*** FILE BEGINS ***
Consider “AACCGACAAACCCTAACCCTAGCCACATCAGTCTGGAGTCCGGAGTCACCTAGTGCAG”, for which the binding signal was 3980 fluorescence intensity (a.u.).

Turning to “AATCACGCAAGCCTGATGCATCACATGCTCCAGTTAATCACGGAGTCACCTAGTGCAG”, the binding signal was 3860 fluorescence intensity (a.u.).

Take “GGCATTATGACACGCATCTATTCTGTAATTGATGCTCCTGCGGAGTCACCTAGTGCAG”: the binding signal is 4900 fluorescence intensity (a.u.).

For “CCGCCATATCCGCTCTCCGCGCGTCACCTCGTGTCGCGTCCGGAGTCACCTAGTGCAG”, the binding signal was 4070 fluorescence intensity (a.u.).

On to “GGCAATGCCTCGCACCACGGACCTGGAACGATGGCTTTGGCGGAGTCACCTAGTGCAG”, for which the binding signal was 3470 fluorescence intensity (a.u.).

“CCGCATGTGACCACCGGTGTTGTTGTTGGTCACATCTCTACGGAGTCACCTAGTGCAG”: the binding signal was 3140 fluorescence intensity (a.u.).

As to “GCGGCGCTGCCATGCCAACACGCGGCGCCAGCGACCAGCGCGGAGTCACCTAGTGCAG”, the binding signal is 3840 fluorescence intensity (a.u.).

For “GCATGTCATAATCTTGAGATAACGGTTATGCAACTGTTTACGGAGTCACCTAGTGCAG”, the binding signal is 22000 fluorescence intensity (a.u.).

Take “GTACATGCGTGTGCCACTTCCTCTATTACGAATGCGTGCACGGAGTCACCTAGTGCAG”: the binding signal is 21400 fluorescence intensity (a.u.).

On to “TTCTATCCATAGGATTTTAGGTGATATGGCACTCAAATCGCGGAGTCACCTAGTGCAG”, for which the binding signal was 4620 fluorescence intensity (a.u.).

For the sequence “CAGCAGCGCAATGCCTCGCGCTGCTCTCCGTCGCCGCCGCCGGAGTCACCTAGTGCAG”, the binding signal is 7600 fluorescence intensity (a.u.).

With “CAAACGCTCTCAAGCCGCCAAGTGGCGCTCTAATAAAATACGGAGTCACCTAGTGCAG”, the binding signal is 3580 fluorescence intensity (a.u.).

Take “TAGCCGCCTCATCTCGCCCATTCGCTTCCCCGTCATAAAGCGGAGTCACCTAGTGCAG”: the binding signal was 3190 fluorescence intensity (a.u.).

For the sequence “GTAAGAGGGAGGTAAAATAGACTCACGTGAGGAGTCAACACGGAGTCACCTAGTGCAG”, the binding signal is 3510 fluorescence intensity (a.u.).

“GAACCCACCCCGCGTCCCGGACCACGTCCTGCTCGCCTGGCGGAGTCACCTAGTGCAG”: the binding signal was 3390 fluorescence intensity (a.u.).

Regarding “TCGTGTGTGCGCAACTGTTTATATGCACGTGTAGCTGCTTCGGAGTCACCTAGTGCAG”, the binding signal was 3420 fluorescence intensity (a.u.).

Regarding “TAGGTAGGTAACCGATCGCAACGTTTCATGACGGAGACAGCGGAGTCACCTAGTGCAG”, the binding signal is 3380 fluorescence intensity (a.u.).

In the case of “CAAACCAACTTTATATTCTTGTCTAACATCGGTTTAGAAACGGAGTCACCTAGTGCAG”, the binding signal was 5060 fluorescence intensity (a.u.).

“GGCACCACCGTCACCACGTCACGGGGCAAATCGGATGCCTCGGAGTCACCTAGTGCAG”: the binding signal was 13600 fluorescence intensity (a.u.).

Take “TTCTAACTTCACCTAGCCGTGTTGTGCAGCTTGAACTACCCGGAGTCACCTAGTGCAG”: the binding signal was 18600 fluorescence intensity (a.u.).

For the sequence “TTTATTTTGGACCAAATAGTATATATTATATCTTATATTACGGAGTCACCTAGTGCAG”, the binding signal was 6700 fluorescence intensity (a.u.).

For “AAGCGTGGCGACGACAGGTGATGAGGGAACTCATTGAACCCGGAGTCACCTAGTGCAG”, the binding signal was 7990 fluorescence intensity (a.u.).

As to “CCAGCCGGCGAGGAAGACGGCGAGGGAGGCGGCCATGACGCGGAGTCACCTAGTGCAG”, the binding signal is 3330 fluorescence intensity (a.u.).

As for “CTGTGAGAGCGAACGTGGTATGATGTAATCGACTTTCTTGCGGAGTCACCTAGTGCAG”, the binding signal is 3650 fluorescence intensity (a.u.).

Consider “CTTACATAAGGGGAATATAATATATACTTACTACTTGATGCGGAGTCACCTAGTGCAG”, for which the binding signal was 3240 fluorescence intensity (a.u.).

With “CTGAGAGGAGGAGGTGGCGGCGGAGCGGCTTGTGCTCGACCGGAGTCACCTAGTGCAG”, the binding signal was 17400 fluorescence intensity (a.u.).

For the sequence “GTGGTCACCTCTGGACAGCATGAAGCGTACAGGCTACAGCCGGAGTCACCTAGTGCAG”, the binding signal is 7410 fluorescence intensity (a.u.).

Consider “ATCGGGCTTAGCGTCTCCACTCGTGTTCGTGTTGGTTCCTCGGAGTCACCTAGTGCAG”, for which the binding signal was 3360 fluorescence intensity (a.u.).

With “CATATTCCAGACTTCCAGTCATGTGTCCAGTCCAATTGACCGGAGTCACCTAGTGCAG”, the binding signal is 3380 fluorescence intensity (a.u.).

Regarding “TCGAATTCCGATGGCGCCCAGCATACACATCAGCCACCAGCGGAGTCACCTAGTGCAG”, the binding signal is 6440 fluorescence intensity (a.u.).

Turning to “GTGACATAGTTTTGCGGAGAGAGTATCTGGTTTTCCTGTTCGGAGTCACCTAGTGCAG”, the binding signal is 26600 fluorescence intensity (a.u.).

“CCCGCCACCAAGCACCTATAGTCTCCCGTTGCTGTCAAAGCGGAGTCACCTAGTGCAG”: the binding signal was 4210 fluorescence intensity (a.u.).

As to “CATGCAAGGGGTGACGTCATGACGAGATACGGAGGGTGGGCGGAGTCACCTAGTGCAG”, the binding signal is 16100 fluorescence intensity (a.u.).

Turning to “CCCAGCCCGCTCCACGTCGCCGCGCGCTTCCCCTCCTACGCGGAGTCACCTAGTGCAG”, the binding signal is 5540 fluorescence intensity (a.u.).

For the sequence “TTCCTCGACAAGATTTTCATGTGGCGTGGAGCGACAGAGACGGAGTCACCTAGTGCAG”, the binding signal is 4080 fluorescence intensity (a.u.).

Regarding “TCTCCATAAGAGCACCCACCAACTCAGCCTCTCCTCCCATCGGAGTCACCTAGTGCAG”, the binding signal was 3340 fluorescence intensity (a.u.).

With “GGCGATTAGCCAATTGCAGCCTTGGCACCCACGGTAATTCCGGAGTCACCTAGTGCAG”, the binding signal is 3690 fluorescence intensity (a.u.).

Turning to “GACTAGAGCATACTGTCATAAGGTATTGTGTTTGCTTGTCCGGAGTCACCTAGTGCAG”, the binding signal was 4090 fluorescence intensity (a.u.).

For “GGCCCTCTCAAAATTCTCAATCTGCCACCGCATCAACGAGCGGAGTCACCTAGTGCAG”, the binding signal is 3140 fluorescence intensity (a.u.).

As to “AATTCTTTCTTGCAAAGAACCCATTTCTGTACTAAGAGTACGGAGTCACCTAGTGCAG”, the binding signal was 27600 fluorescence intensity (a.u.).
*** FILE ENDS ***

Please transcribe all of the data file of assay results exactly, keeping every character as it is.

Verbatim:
Consider “AACCGACAAACCCTAACCCTAGCCACATCAGTCTGGAGTCCGGAGTCACCTAGTGCAG”, for which the binding signal was 3980 fluorescence intensity (a.u.).

Turning to “AATCACGCAAGCCTGATGCATCACATGCTCCAGTTAATCACGGAGTCACCTAGTGCAG”, the binding signal was 3860 fluorescence intensity (a.u.).

Take “GGCATTATGACACGCATCTATTCTGTAATTGATGCTCCTGCGGAGTCACCTAGTGCAG”: the binding signal is 4900 fluorescence intensity (a.u.).

For “CCGCCATATCCGCTCTCCGCGCGTCACCTCGTGTCGCGTCCGGAGTCACCTAGTGCAG”, the binding signal was 4070 fluorescence intensity (a.u.).

On to “GGCAATGCCTCGCACCACGGACCTGGAACGATGGCTTTGGCGGAGTCACCTAGTGCAG”, for which the binding signal was 3470 fluorescence intensity (a.u.).

“CCGCATGTGACCACCGGTGTTGTTGTTGGTCACATCTCTACGGAGTCACCTAGTGCAG”: the binding signal was 3140 fluorescence intensity (a.u.).

As to “GCGGCGCTGCCATGCCAACACGCGGCGCCAGCGACCAGCGCGGAGTCACCTAGTGCAG”, the binding signal is 3840 fluorescence intensity (a.u.).

For “GCATGTCATAATCTTGAGATAACGGTTATGCAACTGTTTACGGAGTCACCTAGTGCAG”, the binding signal is 22000 fluorescence intensity (a.u.).

Take “GTACATGCGTGTGCCACTTCCTCTATTACGAATGCGTGCACGGAGTCACCTAGTGCAG”: the binding signal is 21400 fluorescence intensity (a.u.).

On to “TTCTATCCATAGGATTTTAGGTGATATGGCACTCAAATCGCGGAGTCACCTAGTGCAG”, for which the binding signal was 4620 fluorescence intensity (a.u.).

For the sequence “CAGCAGCGCAATGCCTCGCGCTGCTCTCCGTCGCCGCCGCCGGAGTCACCTAGTGCAG”, the binding signal is 7600 fluorescence intensity (a.u.).

With “CAAACGCTCTCAAGCCGCCAAGTGGCGCTCTAATAAAATACGGAGTCACCTAGTGCAG”, the binding signal is 3580 fluorescence intensity (a.u.).

Take “TAGCCGCCTCATCTCGCCCATTCGCTTCCCCGTCATAAAGCGGAGTCACCTAGTGCAG”: the binding signal was 3190 fluorescence intensity (a.u.).

For the sequence “GTAAGAGGGAGGTAAAATAGACTCACGTGAGGAGTCAACACGGAGTCACCTAGTGCAG”, the binding signal is 3510 fluorescence intensity (a.u.).

“GAACCCACCCCGCGTCCCGGACCACGTCCTGCTCGCCTGGCGGAGTCACCTAGTGCAG”: the binding signal was 3390 fluorescence intensity (a.u.).

Regarding “TCGTGTGTGCGCAACTGTTTATATGCACGTGTAGCTGCTTCGGAGTCACCTAGTGCAG”, the binding signal was 3420 fluorescence intensity (a.u.).

Regarding “TAGGTAGGTAACCGATCGCAACGTTTCATGACGGAGACAGCGGAGTCACCTAGTGCAG”, the binding signal is 3380 fluorescence intensity (a.u.).

In the case of “CAAACCAACTTTATATTCTTGTCTAACATCGGTTTAGAAACGGAGTCACCTAGTGCAG”, the binding signal was 5060 fluorescence intensity (a.u.).

“GGCACCACCGTCACCACGTCACGGGGCAAATCGGATGCCTCGGAGTCACCTAGTGCAG”: the binding signal was 13600 fluorescence intensity (a.u.).

Take “TTCTAACTTCACCTAGCCGTGTTGTGCAGCTTGAACTACCCGGAGTCACCTAGTGCAG”: the binding signal was 18600 fluorescence intensity (a.u.).

For the sequence “TTTATTTTGGACCAAATAGTATATATTATATCTTATATTACGGAGTCACCTAGTGCAG”, the binding signal was 6700 fluorescence intensity (a.u.).

For “AAGCGTGGCGACGACAGGTGATGAGGGAACTCATTGAACCCGGAGTCACCTAGTGCAG”, the binding signal was 7990 fluorescence intensity (a.u.).

As to “CCAGCCGGCGAGGAAGACGGCGAGGGAGGCGGCCATGACGCGGAGTCACCTAGTGCAG”, the binding signal is 3330 fluorescence intensity (a.u.).

As for “CTGTGAGAGCGAACGTGGTATGATGTAATCGACTTTCTTGCGGAGTCACCTAGTGCAG”, the binding signal is 3650 fluorescence intensity (a.u.).

Consider “CTTACATAAGGGGAATATAATATATACTTACTACTTGATGCGGAGTCACCTAGTGCAG”, for which the binding signal was 3240 fluorescence intensity (a.u.).

With “CTGAGAGGAGGAGGTGGCGGCGGAGCGGCTTGTGCTCGACCGGAGTCACCTAGTGCAG”, the binding signal was 17400 fluorescence intensity (a.u.).

For the sequence “GTGGTCACCTCTGGACAGCATGAAGCGTACAGGCTACAGCCGGAGTCACCTAGTGCAG”, the binding signal is 7410 fluorescence intensity (a.u.).

Consider “ATCGGGCTTAGCGTCTCCACTCGTGTTCGTGTTGGTTCCTCGGAGTCACCTAGTGCAG”, for which the binding signal was 3360 fluorescence intensity (a.u.).

With “CATATTCCAGACTTCCAGTCATGTGTCCAGTCCAATTGACCGGAGTCACCTAGTGCAG”, the binding signal is 3380 fluorescence intensity (a.u.).

Regarding “TCGAATTCCGATGGCGCCCAGCATACACATCAGCCACCAGCGGAGTCACCTAGTGCAG”, the binding signal is 6440 fluorescence intensity (a.u.).

Turning to “GTGACATAGTTTTGCGGAGAGAGTATCTGGTTTTCCTGTTCGGAGTCACCTAGTGCAG”, the binding signal is 26600 fluorescence intensity (a.u.).

“CCCGCCACCAAGCACCTATAGTCTCCCGTTGCTGTCAAAGCGGAGTCACCTAGTGCAG”: the binding signal was 4210 fluorescence intensity (a.u.).

As to “CATGCAAGGGGTGACGTCATGACGAGATACGGAGGGTGGGCGGAGTCACCTAGTGCAG”, the binding signal is 16100 fluorescence intensity (a.u.).

Turning to “CCCAGCCCGCTCCACGTCGCCGCGCGCTTCCCCTCCTACGCGGAGTCACCTAGTGCAG”, the binding signal is 5540 fluorescence intensity (a.u.).

For the sequence “TTCCTCGACAAGATTTTCATGTGGCGTGGAGCGACAGAGACGGAGTCACCTAGTGCAG”, the binding signal is 4080 fluorescence intensity (a.u.).

Regarding “TCTCCATAAGAGCACCCACCAACTCAGCCTCTCCTCCCATCGGAGTCACCTAGTGCAG”, the binding signal was 3340 fluorescence intensity (a.u.).

With “GGCGATTAGCCAATTGCAGCCTTGGCACCCACGGTAATTCCGGAGTCACCTAGTGCAG”, the binding signal is 3690 fluorescence intensity (a.u.).

Turning to “GACTAGAGCATACTGTCATAAGGTATTGTGTTTGCTTGTCCGGAGTCACCTAGTGCAG”, the binding signal was 4090 fluorescence intensity (a.u.).

For “GGCCCTCTCAAAATTCTCAATCTGCCACCGCATCAACGAGCGGAGTCACCTAGTGCAG”, the binding signal is 3140 fluorescence intensity (a.u.).

As to “AATTCTTTCTTGCAAAGAACCCATTTCTGTACTAAGAGTACGGAGTCACCTAGTGCAG”, the binding signal was 27600 fluorescence intensity (a.u.).